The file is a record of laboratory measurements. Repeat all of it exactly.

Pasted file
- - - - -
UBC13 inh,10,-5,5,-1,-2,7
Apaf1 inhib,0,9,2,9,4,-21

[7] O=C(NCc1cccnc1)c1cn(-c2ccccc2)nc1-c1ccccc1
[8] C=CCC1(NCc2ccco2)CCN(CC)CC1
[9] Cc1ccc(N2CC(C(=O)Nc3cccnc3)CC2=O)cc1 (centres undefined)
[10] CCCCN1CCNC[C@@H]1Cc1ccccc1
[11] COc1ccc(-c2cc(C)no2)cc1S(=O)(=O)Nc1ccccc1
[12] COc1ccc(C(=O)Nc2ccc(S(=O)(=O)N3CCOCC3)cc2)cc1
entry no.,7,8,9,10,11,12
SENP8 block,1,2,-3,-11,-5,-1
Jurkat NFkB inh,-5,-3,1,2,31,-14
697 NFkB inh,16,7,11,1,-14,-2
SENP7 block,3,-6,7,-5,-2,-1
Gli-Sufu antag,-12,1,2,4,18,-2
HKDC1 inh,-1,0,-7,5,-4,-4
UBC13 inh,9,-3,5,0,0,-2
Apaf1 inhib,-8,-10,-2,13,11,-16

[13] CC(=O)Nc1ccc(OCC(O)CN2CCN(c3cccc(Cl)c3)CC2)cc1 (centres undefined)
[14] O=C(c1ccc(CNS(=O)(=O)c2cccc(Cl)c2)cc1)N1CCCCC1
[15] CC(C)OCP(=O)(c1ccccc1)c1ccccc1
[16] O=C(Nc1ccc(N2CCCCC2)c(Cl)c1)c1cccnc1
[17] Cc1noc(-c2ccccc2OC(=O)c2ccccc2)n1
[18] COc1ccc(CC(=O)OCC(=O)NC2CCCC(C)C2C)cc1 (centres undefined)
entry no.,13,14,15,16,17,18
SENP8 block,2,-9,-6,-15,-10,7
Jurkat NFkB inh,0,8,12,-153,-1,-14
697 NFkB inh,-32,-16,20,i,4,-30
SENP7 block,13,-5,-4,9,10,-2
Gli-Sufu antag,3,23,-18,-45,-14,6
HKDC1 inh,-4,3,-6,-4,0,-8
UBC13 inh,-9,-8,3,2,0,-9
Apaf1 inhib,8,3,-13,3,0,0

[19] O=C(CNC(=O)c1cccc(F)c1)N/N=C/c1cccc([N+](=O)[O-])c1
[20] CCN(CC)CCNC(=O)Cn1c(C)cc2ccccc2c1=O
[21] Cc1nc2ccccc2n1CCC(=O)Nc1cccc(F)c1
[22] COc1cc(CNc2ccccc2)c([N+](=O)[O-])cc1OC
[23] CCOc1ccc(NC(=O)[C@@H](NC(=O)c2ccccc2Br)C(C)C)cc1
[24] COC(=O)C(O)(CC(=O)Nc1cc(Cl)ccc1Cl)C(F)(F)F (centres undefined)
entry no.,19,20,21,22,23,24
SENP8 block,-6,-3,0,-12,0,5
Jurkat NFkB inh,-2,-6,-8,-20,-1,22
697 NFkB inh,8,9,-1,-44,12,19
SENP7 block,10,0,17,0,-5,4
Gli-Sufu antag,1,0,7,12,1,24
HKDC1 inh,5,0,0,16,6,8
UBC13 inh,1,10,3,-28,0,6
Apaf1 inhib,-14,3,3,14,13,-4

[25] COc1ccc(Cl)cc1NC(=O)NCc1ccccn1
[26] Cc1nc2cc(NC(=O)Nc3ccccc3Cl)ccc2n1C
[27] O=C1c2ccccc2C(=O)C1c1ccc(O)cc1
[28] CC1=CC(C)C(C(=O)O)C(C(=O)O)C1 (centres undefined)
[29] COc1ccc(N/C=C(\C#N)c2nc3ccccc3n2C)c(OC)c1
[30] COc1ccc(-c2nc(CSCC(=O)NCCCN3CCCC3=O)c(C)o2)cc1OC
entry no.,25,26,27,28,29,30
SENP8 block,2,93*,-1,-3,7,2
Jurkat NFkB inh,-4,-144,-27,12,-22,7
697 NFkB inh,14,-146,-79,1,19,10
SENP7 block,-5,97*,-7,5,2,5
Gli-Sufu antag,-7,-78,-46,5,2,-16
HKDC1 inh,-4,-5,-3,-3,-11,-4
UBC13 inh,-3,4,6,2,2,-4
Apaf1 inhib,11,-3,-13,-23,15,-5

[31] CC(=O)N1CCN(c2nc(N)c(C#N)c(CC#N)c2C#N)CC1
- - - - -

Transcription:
UBC13 inh,10,-5,5,-1,-2,7
Apaf1 inhib,0,9,2,9,4,-21

[7] O=C(NCc1cccnc1)c1cn(-c2ccccc2)nc1-c1ccccc1
[8] C=CCC1(NCc2ccco2)CCN(CC)CC1
[9] Cc1ccc(N2CC(C(=O)Nc3cccnc3)CC2=O)cc1 (centres undefined)
[10] CCCCN1CCNC[C@@H]1Cc1ccccc1
[11] COc1ccc(-c2cc(C)no2)cc1S(=O)(=O)Nc1ccccc1
[12] COc1ccc(C(=O)Nc2ccc(S(=O)(=O)N3CCOCC3)cc2)cc1
entry no.,7,8,9,10,11,12
SENP8 block,1,2,-3,-11,-5,-1
Jurkat NFkB inh,-5,-3,1,2,31,-14
697 NFkB inh,16,7,11,1,-14,-2
SENP7 block,3,-6,7,-5,-2,-1
Gli-Sufu antag,-12,1,2,4,18,-2
HKDC1 inh,-1,0,-7,5,-4,-4
UBC13 inh,9,-3,5,0,0,-2
Apaf1 inhib,-8,-10,-2,13,11,-16

[13] CC(=O)Nc1ccc(OCC(O)CN2CCN(c3cccc(Cl)c3)CC2)cc1 (centres undefined)
[14] O=C(c1ccc(CNS(=O)(=O)c2cccc(Cl)c2)cc1)N1CCCCC1
[15] CC(C)OCP(=O)(c1ccccc1)c1ccccc1
[16] O=C(Nc1ccc(N2CCCCC2)c(Cl)c1)c1cccnc1
[17] Cc1noc(-c2ccccc2OC(=O)c2ccccc2)n1
[18] COc1ccc(CC(=O)OCC(=O)NC2CCCC(C)C2C)cc1 (centres undefined)
entry no.,13,14,15,16,17,18
SENP8 block,2,-9,-6,-15,-10,7
Jurkat NFkB inh,0,8,12,-153,-1,-14
697 NFkB inh,-32,-16,20,i,4,-30
SENP7 block,13,-5,-4,9,10,-2
Gli-Sufu antag,3,23,-18,-45,-14,6
HKDC1 inh,-4,3,-6,-4,0,-8
UBC13 inh,-9,-8,3,2,0,-9
Apaf1 inhib,8,3,-13,3,0,0

[19] O=C(CNC(=O)c1cccc(F)c1)N/N=C/c1cccc([N+](=O)[O-])c1
[20] CCN(CC)CCNC(=O)Cn1c(C)cc2ccccc2c1=O
[21] Cc1nc2ccccc2n1CCC(=O)Nc1cccc(F)c1
[22] COc1cc(CNc2ccccc2)c([N+](=O)[O-])cc1OC
[23] CCOc1ccc(NC(=O)[C@@H](NC(=O)c2ccccc2Br)C(C)C)cc1
[24] COC(=O)C(O)(CC(=O)Nc1cc(Cl)ccc1Cl)C(F)(F)F (centres undefined)
entry no.,19,20,21,22,23,24
SENP8 block,-6,-3,0,-12,0,5
Jurkat NFkB inh,-2,-6,-8,-20,-1,22
697 NFkB inh,8,9,-1,-44,12,19
SENP7 block,10,0,17,0,-5,4
Gli-Sufu antag,1,0,7,12,1,24
HKDC1 inh,5,0,0,16,6,8
UBC13 inh,1,10,3,-28,0,6
Apaf1 inhib,-14,3,3,14,13,-4

[25] COc1ccc(Cl)cc1NC(=O)NCc1ccccn1
[26] Cc1nc2cc(NC(=O)Nc3ccccc3Cl)ccc2n1C
[27] O=C1c2ccccc2C(=O)C1c1ccc(O)cc1
[28] CC1=CC(C)C(C(=O)O)C(C(=O)O)C1 (centres undefined)
[29] COc1ccc(N/C=C(\C#N)c2nc3ccccc3n2C)c(OC)c1
[30] COc1ccc(-c2nc(CSCC(=O)NCCCN3CCCC3=O)c(C)o2)cc1OC
entry no.,25,26,27,28,29,30
SENP8 block,2,93*,-1,-3,7,2
Jurkat NFkB inh,-4,-144,-27,12,-22,7
697 NFkB inh,14,-146,-79,1,19,10
SENP7 block,-5,97*,-7,5,2,5
Gli-Sufu antag,-7,-78,-46,5,2,-16
HKDC1 inh,-4,-5,-3,-3,-11,-4
UBC13 inh,-3,4,6,2,2,-4
Apaf1 inhib,11,-3,-13,-23,15,-5

[31] CC(=O)N1CCN(c2nc(N)c(C#N)c(CC#N)c2C#N)CC1